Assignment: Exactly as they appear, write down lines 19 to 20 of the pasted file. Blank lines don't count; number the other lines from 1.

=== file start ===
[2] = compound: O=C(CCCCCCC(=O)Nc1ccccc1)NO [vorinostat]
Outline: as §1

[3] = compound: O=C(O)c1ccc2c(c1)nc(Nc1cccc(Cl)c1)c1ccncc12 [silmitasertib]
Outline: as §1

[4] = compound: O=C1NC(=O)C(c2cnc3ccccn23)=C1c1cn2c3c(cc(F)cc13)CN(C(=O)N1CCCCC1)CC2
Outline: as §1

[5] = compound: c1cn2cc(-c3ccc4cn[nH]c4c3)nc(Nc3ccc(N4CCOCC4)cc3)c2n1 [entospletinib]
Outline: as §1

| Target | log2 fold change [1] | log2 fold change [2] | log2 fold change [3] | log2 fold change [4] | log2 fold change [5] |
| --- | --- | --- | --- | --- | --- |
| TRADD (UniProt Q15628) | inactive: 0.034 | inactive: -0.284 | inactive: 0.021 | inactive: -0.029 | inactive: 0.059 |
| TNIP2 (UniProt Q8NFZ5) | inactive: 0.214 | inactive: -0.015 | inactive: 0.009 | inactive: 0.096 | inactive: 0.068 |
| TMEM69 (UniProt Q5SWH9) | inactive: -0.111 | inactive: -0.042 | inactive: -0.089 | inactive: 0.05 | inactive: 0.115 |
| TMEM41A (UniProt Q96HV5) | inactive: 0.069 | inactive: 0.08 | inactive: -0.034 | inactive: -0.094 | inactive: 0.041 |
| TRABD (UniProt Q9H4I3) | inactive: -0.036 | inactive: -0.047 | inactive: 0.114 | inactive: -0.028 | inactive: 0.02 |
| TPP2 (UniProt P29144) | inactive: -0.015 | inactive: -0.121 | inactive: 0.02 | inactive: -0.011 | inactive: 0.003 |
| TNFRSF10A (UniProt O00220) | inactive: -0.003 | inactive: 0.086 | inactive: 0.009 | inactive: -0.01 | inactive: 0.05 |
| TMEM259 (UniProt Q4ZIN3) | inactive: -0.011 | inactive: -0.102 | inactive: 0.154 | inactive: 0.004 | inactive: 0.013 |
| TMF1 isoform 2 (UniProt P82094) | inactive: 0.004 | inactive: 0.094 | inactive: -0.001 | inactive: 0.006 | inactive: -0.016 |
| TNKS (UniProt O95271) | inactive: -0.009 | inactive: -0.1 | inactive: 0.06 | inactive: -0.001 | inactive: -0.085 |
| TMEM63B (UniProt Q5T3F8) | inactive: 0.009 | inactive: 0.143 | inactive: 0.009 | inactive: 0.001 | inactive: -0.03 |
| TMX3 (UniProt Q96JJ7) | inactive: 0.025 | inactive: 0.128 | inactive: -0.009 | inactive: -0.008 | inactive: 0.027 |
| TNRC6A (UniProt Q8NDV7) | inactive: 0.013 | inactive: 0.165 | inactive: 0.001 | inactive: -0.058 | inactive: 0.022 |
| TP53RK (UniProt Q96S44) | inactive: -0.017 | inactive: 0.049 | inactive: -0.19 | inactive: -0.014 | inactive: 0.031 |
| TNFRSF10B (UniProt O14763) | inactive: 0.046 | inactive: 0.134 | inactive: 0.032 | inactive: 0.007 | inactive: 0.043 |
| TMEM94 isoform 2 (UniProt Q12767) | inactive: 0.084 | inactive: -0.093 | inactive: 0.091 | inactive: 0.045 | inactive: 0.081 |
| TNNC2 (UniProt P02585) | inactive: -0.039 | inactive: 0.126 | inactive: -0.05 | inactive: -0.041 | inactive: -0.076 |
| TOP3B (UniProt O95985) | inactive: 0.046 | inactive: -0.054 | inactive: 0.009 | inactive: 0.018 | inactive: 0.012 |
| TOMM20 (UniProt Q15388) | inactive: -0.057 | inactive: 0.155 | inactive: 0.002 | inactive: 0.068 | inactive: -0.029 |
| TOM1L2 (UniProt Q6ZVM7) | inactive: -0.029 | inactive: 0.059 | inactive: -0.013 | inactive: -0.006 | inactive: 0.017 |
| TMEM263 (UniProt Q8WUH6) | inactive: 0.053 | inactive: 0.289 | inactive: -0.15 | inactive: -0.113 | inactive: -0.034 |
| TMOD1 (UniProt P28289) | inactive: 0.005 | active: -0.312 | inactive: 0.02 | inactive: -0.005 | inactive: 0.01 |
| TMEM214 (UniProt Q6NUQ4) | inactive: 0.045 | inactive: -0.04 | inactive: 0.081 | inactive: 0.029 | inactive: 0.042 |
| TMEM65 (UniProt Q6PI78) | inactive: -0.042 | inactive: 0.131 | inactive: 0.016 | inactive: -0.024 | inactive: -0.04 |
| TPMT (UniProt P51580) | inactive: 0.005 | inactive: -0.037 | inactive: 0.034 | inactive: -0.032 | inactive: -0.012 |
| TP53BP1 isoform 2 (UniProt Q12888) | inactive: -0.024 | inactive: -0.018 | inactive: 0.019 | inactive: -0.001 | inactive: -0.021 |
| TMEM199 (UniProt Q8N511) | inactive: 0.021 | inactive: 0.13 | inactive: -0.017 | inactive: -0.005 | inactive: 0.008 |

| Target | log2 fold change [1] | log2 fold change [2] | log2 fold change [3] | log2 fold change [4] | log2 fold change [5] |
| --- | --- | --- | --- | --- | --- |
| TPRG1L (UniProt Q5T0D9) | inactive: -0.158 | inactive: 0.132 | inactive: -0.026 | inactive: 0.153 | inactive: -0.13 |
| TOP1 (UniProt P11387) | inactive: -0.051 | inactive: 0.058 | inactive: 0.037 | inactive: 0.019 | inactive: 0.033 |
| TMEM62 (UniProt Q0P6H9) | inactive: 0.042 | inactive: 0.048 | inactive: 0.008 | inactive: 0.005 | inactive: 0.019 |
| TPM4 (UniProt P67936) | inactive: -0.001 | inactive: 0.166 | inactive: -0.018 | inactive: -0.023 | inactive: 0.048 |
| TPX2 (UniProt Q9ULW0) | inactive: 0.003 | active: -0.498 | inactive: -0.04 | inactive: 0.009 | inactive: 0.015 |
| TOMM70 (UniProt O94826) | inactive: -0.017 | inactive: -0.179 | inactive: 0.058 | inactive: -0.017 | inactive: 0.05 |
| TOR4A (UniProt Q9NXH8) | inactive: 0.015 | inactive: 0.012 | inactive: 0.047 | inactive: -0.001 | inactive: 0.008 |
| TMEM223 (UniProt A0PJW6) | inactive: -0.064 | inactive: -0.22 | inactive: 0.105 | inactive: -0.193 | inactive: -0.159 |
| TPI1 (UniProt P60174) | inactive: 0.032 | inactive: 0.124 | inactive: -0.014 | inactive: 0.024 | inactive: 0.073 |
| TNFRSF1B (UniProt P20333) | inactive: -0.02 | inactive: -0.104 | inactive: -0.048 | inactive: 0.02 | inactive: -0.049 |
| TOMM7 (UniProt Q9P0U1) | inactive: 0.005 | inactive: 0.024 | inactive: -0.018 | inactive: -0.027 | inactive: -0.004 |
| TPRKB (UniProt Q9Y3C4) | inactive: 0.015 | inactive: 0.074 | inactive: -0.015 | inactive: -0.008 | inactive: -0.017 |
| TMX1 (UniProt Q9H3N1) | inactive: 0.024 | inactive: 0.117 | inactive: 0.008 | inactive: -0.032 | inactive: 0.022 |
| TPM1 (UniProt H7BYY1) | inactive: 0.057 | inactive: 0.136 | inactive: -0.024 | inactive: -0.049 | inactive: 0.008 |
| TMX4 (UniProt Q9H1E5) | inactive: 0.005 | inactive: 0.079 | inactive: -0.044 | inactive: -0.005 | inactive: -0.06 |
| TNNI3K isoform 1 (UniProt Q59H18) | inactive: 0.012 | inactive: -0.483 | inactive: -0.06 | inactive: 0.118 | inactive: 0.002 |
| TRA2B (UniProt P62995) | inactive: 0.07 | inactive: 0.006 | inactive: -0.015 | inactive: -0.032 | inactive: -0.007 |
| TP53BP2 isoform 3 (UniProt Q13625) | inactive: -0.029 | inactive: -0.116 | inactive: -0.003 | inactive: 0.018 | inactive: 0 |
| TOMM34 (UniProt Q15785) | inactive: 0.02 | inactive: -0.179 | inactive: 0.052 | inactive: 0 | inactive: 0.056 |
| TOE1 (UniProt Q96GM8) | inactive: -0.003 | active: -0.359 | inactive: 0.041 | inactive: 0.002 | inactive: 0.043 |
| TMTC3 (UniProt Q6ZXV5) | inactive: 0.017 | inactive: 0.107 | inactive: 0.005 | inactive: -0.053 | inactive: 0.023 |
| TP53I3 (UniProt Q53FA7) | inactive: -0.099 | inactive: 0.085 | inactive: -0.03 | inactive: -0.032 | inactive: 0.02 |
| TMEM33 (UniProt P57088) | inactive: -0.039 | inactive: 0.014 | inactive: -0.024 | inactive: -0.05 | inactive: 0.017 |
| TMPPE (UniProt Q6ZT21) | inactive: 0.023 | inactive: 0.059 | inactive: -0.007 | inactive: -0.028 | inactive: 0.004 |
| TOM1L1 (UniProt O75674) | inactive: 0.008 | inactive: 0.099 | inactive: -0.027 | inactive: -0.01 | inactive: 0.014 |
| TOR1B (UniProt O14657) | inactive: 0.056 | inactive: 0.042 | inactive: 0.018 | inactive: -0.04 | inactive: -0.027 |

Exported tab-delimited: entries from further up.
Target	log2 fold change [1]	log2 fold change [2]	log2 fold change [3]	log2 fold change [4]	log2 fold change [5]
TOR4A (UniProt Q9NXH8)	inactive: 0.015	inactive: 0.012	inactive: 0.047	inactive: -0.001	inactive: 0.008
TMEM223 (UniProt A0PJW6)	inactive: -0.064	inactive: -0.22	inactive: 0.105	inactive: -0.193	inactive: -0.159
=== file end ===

| TMF1 isoform 2 (UniProt P82094) | inactive: 0.004 | inactive: 0.094 | inactive: -0.001 | inactive: 0.006 | inactive: -0.016 |
| TNKS (UniProt O95271) | inactive: -0.009 | inactive: -0.1 | inactive: 0.06 | inactive: -0.001 | inactive: -0.085 |